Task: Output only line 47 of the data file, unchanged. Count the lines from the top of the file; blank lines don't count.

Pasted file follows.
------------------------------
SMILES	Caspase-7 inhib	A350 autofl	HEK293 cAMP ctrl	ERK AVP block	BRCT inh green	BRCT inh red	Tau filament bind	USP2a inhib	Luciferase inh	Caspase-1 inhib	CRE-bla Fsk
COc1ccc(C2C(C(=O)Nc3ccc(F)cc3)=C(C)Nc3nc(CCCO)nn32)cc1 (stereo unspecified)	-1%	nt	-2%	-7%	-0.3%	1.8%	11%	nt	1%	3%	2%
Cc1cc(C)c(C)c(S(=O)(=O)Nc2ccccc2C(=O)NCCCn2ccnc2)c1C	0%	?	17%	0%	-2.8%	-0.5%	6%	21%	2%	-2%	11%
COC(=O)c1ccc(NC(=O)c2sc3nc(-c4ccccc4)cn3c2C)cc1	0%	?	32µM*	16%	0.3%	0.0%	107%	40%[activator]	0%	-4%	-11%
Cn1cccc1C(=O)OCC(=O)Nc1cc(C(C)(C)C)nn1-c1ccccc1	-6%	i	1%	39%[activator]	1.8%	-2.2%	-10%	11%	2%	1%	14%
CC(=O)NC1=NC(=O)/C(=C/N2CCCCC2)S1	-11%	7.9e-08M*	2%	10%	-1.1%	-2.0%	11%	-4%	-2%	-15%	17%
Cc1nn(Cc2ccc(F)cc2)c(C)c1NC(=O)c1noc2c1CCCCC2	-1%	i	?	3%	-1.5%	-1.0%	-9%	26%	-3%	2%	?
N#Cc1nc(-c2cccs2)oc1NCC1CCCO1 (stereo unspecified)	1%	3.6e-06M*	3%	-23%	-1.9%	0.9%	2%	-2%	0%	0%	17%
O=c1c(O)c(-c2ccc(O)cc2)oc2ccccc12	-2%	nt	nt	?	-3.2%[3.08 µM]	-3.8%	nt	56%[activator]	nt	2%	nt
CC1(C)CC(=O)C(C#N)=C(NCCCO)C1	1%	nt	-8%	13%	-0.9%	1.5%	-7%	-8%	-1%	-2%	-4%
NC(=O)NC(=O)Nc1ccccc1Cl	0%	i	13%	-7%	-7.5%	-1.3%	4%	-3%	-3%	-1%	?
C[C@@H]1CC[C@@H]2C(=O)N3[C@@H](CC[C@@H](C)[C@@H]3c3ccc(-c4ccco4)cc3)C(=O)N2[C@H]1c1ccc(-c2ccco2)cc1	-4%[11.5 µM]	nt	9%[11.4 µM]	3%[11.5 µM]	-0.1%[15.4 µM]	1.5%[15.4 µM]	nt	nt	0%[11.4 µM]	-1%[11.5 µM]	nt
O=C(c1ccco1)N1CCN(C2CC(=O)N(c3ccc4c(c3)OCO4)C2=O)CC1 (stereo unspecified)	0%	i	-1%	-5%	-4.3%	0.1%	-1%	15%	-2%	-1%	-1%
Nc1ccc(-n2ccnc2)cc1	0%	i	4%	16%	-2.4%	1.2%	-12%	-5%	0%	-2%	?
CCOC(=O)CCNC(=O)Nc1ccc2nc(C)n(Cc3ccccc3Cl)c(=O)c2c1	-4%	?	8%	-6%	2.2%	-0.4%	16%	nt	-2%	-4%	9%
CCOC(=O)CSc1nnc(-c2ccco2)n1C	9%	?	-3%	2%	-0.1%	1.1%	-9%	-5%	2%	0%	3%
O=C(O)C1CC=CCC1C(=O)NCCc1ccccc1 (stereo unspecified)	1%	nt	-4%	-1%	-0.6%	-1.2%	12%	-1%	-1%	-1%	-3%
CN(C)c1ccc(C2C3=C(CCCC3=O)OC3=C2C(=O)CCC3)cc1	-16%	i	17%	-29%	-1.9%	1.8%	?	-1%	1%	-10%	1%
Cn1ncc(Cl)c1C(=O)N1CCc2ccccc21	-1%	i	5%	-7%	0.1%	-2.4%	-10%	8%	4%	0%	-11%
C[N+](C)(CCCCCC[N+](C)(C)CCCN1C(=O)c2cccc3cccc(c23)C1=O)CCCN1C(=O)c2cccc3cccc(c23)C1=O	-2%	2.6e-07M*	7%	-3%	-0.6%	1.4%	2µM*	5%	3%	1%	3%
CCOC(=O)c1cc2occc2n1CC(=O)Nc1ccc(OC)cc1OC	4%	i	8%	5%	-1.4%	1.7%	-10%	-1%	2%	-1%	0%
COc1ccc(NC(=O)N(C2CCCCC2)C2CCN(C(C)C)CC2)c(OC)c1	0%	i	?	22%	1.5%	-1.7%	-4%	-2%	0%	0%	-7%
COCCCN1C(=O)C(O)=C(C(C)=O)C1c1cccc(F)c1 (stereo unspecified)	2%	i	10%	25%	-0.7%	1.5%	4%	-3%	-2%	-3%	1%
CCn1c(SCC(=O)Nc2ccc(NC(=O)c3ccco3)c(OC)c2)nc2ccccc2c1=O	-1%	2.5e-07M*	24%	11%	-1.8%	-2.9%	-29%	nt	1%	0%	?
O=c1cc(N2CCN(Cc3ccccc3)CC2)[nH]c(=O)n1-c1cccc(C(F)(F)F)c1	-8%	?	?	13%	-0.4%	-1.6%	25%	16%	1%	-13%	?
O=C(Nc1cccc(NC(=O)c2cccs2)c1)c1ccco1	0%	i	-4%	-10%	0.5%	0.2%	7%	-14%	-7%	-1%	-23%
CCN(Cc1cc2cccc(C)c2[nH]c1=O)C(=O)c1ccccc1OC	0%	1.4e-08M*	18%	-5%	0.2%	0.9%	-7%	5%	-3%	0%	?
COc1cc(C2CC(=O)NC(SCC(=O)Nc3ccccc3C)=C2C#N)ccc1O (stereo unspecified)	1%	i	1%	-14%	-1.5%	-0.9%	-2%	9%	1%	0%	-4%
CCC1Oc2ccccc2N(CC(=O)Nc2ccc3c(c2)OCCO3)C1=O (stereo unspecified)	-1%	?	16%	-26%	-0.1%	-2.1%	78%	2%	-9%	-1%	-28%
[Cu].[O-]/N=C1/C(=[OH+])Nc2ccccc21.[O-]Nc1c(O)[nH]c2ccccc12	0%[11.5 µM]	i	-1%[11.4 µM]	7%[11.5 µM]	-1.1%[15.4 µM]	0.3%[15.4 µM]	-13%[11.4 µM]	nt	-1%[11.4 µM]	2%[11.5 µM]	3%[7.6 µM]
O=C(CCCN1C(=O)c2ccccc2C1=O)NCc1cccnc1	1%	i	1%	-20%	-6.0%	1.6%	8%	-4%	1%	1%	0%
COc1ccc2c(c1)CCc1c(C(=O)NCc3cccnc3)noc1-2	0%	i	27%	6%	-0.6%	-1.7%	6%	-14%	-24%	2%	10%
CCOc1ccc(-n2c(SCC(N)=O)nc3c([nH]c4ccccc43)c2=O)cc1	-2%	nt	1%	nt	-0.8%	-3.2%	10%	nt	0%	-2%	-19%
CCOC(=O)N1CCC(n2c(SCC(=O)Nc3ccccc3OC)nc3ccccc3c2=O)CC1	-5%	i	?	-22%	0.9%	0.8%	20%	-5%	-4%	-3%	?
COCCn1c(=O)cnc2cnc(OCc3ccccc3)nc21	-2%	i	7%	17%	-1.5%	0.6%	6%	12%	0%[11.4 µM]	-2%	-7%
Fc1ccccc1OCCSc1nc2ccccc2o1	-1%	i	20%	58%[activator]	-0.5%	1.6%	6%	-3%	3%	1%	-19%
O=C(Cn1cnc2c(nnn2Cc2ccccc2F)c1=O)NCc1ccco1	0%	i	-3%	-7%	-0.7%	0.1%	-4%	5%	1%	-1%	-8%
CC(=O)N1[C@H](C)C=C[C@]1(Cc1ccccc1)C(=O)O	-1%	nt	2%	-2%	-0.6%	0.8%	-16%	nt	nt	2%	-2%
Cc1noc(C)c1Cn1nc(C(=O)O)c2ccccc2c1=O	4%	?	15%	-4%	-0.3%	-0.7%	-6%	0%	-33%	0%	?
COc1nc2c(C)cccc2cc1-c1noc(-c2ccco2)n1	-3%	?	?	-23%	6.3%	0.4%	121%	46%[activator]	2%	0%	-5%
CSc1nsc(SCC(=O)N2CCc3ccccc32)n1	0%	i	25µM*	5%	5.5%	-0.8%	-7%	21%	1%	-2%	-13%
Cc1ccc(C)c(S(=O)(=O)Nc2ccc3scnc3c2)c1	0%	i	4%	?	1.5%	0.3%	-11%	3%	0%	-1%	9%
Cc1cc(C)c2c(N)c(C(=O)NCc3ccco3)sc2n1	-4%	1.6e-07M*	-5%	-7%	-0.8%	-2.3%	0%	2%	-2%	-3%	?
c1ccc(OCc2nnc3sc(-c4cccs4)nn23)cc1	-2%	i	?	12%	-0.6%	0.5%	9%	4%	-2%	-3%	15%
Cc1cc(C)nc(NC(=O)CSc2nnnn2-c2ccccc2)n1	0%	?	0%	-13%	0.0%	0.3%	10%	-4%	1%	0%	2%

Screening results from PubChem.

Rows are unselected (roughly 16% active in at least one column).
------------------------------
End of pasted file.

Rows are unselected (roughly 16% active in at least one column).